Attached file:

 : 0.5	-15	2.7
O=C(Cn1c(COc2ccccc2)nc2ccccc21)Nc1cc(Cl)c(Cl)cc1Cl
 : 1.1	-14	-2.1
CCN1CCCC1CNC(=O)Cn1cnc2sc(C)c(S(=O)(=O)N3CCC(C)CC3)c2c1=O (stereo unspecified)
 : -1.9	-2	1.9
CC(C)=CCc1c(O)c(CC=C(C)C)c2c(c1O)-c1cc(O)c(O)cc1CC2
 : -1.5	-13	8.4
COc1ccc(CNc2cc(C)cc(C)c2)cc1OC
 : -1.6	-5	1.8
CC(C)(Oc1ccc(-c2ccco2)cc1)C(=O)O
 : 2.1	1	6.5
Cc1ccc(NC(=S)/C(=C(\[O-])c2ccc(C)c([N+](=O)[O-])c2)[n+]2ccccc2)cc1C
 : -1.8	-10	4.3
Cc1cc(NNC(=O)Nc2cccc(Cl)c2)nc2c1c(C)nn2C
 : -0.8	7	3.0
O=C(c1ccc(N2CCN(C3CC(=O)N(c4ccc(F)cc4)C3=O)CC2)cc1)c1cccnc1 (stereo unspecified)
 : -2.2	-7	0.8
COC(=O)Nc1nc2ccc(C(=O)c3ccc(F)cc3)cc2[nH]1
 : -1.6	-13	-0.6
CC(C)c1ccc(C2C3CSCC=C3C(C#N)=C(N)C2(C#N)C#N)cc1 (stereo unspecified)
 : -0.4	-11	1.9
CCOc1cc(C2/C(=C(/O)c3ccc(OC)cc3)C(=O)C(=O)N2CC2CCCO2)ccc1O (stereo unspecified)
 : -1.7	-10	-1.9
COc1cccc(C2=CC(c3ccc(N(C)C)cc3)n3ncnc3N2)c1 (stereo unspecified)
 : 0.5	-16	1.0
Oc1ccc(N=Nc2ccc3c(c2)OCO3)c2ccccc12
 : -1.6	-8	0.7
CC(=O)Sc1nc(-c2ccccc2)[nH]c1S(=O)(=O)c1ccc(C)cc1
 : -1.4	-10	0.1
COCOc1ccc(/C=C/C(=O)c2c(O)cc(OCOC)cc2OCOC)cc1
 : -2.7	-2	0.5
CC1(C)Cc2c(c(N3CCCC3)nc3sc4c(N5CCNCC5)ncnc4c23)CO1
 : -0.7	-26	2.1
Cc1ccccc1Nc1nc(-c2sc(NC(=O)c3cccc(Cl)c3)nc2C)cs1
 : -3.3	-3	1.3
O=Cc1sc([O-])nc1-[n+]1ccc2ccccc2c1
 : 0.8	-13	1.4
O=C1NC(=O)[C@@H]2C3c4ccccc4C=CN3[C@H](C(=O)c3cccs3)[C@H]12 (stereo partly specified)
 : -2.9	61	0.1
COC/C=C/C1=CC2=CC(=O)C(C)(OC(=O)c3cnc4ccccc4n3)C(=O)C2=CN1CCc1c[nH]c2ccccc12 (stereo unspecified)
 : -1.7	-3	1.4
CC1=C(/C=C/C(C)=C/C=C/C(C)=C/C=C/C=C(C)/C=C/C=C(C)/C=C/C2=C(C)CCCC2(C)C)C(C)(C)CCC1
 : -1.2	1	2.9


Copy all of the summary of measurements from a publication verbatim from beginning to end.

 : 0.5	-15	2.7
O=C(Cn1c(COc2ccccc2)nc2ccccc21)Nc1cc(Cl)c(Cl)cc1Cl
 : 1.1	-14	-2.1
CCN1CCCC1CNC(=O)Cn1cnc2sc(C)c(S(=O)(=O)N3CCC(C)CC3)c2c1=O (stereo unspecified)
 : -1.9	-2	1.9
CC(C)=CCc1c(O)c(CC=C(C)C)c2c(c1O)-c1cc(O)c(O)cc1CC2
 : -1.5	-13	8.4
COc1ccc(CNc2cc(C)cc(C)c2)cc1OC
 : -1.6	-5	1.8
CC(C)(Oc1ccc(-c2ccco2)cc1)C(=O)O
 : 2.1	1	6.5
Cc1ccc(NC(=S)/C(=C(\[O-])c2ccc(C)c([N+](=O)[O-])c2)[n+]2ccccc2)cc1C
 : -1.8	-10	4.3
Cc1cc(NNC(=O)Nc2cccc(Cl)c2)nc2c1c(C)nn2C
 : -0.8	7	3.0
O=C(c1ccc(N2CCN(C3CC(=O)N(c4ccc(F)cc4)C3=O)CC2)cc1)c1cccnc1 (stereo unspecified)
 : -2.2	-7	0.8
COC(=O)Nc1nc2ccc(C(=O)c3ccc(F)cc3)cc2[nH]1
 : -1.6	-13	-0.6
CC(C)c1ccc(C2C3CSCC=C3C(C#N)=C(N)C2(C#N)C#N)cc1 (stereo unspecified)
 : -0.4	-11	1.9
CCOc1cc(C2/C(=C(/O)c3ccc(OC)cc3)C(=O)C(=O)N2CC2CCCO2)ccc1O (stereo unspecified)
 : -1.7	-10	-1.9
COc1cccc(C2=CC(c3ccc(N(C)C)cc3)n3ncnc3N2)c1 (stereo unspecified)
 : 0.5	-16	1.0
Oc1ccc(N=Nc2ccc3c(c2)OCO3)c2ccccc12
 : -1.6	-8	0.7
CC(=O)Sc1nc(-c2ccccc2)[nH]c1S(=O)(=O)c1ccc(C)cc1
 : -1.4	-10	0.1
COCOc1ccc(/C=C/C(=O)c2c(O)cc(OCOC)cc2OCOC)cc1
 : -2.7	-2	0.5
CC1(C)Cc2c(c(N3CCCC3)nc3sc4c(N5CCNCC5)ncnc4c23)CO1
 : -0.7	-26	2.1
Cc1ccccc1Nc1nc(-c2sc(NC(=O)c3cccc(Cl)c3)nc2C)cs1
 : -3.3	-3	1.3
O=Cc1sc([O-])nc1-[n+]1ccc2ccccc2c1
 : 0.8	-13	1.4
O=C1NC(=O)[C@@H]2C3c4ccccc4C=CN3[C@H](C(=O)c3cccs3)[C@H]12 (stereo partly specified)
 : -2.9	61	0.1
COC/C=C/C1=CC2=CC(=O)C(C)(OC(=O)c3cnc4ccccc4n3)C(=O)C2=CN1CCc1c[nH]c2ccccc12 (stereo unspecified)
 : -1.7	-3	1.4
CC1=C(/C=C/C(C)=C/C=C/C(C)=C/C=C/C=C(C)/C=C/C=C(C)/C=C/C2=C(C)CCCC2(C)C)C(C)(C)CCC1
 : -1.2	1	2.9